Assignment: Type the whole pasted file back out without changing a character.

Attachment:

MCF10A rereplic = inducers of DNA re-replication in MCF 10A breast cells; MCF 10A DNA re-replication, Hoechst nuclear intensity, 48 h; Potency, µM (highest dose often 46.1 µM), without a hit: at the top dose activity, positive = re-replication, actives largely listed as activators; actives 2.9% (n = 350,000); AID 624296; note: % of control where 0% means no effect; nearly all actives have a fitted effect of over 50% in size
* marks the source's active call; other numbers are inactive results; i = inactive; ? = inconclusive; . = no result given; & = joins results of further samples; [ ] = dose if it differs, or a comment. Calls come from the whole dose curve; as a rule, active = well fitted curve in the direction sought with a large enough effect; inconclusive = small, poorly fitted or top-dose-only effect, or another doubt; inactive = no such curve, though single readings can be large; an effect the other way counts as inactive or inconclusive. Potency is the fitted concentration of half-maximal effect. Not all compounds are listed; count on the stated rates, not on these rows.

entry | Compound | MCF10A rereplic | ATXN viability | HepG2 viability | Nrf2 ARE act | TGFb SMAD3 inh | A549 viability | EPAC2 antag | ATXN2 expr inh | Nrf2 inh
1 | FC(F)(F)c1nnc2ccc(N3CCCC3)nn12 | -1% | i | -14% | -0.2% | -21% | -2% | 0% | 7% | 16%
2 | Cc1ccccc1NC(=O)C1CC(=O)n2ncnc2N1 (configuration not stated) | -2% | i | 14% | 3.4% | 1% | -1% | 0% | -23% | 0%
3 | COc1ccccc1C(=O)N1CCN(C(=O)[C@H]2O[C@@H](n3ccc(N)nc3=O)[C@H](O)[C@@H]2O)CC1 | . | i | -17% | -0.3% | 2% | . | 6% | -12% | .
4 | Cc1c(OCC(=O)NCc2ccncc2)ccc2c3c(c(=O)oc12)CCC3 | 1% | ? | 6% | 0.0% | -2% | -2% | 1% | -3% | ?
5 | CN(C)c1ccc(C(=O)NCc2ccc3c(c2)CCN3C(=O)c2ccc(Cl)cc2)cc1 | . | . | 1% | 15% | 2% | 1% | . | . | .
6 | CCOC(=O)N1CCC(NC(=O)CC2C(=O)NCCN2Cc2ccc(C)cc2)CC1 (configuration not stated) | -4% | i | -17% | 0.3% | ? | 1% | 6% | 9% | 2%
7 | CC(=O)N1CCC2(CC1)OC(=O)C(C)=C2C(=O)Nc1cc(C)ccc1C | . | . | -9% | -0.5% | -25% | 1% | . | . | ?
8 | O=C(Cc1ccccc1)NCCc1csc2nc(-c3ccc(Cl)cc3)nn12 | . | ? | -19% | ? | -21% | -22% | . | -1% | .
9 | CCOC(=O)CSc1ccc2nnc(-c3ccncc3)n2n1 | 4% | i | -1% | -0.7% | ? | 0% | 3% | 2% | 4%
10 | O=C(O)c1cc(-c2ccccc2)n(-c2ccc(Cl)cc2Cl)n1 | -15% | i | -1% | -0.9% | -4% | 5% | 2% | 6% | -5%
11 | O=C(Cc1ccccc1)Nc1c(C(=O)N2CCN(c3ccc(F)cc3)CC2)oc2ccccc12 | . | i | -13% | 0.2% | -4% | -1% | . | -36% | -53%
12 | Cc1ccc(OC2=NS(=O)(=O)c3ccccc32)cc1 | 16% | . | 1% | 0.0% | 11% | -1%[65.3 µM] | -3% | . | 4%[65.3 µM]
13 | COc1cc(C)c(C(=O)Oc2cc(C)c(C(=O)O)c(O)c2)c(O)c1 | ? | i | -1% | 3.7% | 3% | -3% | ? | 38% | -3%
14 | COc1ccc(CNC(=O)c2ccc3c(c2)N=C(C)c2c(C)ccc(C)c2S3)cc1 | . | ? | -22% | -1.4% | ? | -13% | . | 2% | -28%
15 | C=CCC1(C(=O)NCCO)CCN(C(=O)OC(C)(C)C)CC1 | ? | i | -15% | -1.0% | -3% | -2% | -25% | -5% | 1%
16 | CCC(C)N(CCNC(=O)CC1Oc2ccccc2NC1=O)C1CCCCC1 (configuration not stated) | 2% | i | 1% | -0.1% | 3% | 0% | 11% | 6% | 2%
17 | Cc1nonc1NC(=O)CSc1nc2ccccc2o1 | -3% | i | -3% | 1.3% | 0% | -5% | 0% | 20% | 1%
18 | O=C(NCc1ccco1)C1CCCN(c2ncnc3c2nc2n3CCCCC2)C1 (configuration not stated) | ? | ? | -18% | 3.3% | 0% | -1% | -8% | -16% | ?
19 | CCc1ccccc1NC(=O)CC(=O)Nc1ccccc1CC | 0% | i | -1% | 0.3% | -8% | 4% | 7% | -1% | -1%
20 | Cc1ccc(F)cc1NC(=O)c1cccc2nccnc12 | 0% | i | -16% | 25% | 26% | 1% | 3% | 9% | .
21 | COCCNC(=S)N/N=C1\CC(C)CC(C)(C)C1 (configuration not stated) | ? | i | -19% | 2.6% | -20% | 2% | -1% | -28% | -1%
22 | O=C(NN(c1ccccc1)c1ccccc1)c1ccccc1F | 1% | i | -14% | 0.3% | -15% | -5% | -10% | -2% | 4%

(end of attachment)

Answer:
MCF10A rereplic = inducers of DNA re-replication in MCF 10A breast cells; MCF 10A DNA re-replication, Hoechst nuclear intensity, 48 h; Potency, µM (highest dose often 46.1 µM), without a hit: at the top dose activity, positive = re-replication, actives largely listed as activators; actives 2.9% (n = 350,000); AID 624296; note: % of control where 0% means no effect; nearly all actives have a fitted effect of over 50% in size
* marks the source's active call; other numbers are inactive results; i = inactive; ? = inconclusive; . = no result given; & = joins results of further samples; [ ] = dose if it differs, or a comment. Calls come from the whole dose curve; as a rule, active = well fitted curve in the direction sought with a large enough effect; inconclusive = small, poorly fitted or top-dose-only effect, or another doubt; inactive = no such curve, though single readings can be large; an effect the other way counts as inactive or inconclusive. Potency is the fitted concentration of half-maximal effect. Not all compounds are listed; count on the stated rates, not on these rows.

entry | Compound | MCF10A rereplic | ATXN viability | HepG2 viability | Nrf2 ARE act | TGFb SMAD3 inh | A549 viability | EPAC2 antag | ATXN2 expr inh | Nrf2 inh
1 | FC(F)(F)c1nnc2ccc(N3CCCC3)nn12 | -1% | i | -14% | -0.2% | -21% | -2% | 0% | 7% | 16%
2 | Cc1ccccc1NC(=O)C1CC(=O)n2ncnc2N1 (configuration not stated) | -2% | i | 14% | 3.4% | 1% | -1% | 0% | -23% | 0%
3 | COc1ccccc1C(=O)N1CCN(C(=O)[C@H]2O[C@@H](n3ccc(N)nc3=O)[C@H](O)[C@@H]2O)CC1 | . | i | -17% | -0.3% | 2% | . | 6% | -12% | .
4 | Cc1c(OCC(=O)NCc2ccncc2)ccc2c3c(c(=O)oc12)CCC3 | 1% | ? | 6% | 0.0% | -2% | -2% | 1% | -3% | ?
5 | CN(C)c1ccc(C(=O)NCc2ccc3c(c2)CCN3C(=O)c2ccc(Cl)cc2)cc1 | . | . | 1% | 15% | 2% | 1% | . | . | .
6 | CCOC(=O)N1CCC(NC(=O)CC2C(=O)NCCN2Cc2ccc(C)cc2)CC1 (configuration not stated) | -4% | i | -17% | 0.3% | ? | 1% | 6% | 9% | 2%
7 | CC(=O)N1CCC2(CC1)OC(=O)C(C)=C2C(=O)Nc1cc(C)ccc1C | . | . | -9% | -0.5% | -25% | 1% | . | . | ?
8 | O=C(Cc1ccccc1)NCCc1csc2nc(-c3ccc(Cl)cc3)nn12 | . | ? | -19% | ? | -21% | -22% | . | -1% | .
9 | CCOC(=O)CSc1ccc2nnc(-c3ccncc3)n2n1 | 4% | i | -1% | -0.7% | ? | 0% | 3% | 2% | 4%
10 | O=C(O)c1cc(-c2ccccc2)n(-c2ccc(Cl)cc2Cl)n1 | -15% | i | -1% | -0.9% | -4% | 5% | 2% | 6% | -5%
11 | O=C(Cc1ccccc1)Nc1c(C(=O)N2CCN(c3ccc(F)cc3)CC2)oc2ccccc12 | . | i | -13% | 0.2% | -4% | -1% | . | -36% | -53%
12 | Cc1ccc(OC2=NS(=O)(=O)c3ccccc32)cc1 | 16% | . | 1% | 0.0% | 11% | -1%[65.3 µM] | -3% | . | 4%[65.3 µM]
13 | COc1cc(C)c(C(=O)Oc2cc(C)c(C(=O)O)c(O)c2)c(O)c1 | ? | i | -1% | 3.7% | 3% | -3% | ? | 38% | -3%
14 | COc1ccc(CNC(=O)c2ccc3c(c2)N=C(C)c2c(C)ccc(C)c2S3)cc1 | . | ? | -22% | -1.4% | ? | -13% | . | 2% | -28%
15 | C=CCC1(C(=O)NCCO)CCN(C(=O)OC(C)(C)C)CC1 | ? | i | -15% | -1.0% | -3% | -2% | -25% | -5% | 1%
16 | CCC(C)N(CCNC(=O)CC1Oc2ccccc2NC1=O)C1CCCCC1 (configuration not stated) | 2% | i | 1% | -0.1% | 3% | 0% | 11% | 6% | 2%
17 | Cc1nonc1NC(=O)CSc1nc2ccccc2o1 | -3% | i | -3% | 1.3% | 0% | -5% | 0% | 20% | 1%
18 | O=C(NCc1ccco1)C1CCCN(c2ncnc3c2nc2n3CCCCC2)C1 (configuration not stated) | ? | ? | -18% | 3.3% | 0% | -1% | -8% | -16% | ?
19 | CCc1ccccc1NC(=O)CC(=O)Nc1ccccc1CC | 0% | i | -1% | 0.3% | -8% | 4% | 7% | -1% | -1%
20 | Cc1ccc(F)cc1NC(=O)c1cccc2nccnc12 | 0% | i | -16% | 25% | 26% | 1% | 3% | 9% | .
21 | COCCNC(=S)N/N=C1\CC(C)CC(C)(C)C1 (configuration not stated) | ? | i | -19% | 2.6% | -20% | 2% | -1% | -28% | -1%
22 | O=C(NN(c1ccccc1)c1ccccc1)c1ccccc1F | 1% | i | -14% | 0.3% | -15% | -5% | -10% | -2% | 4%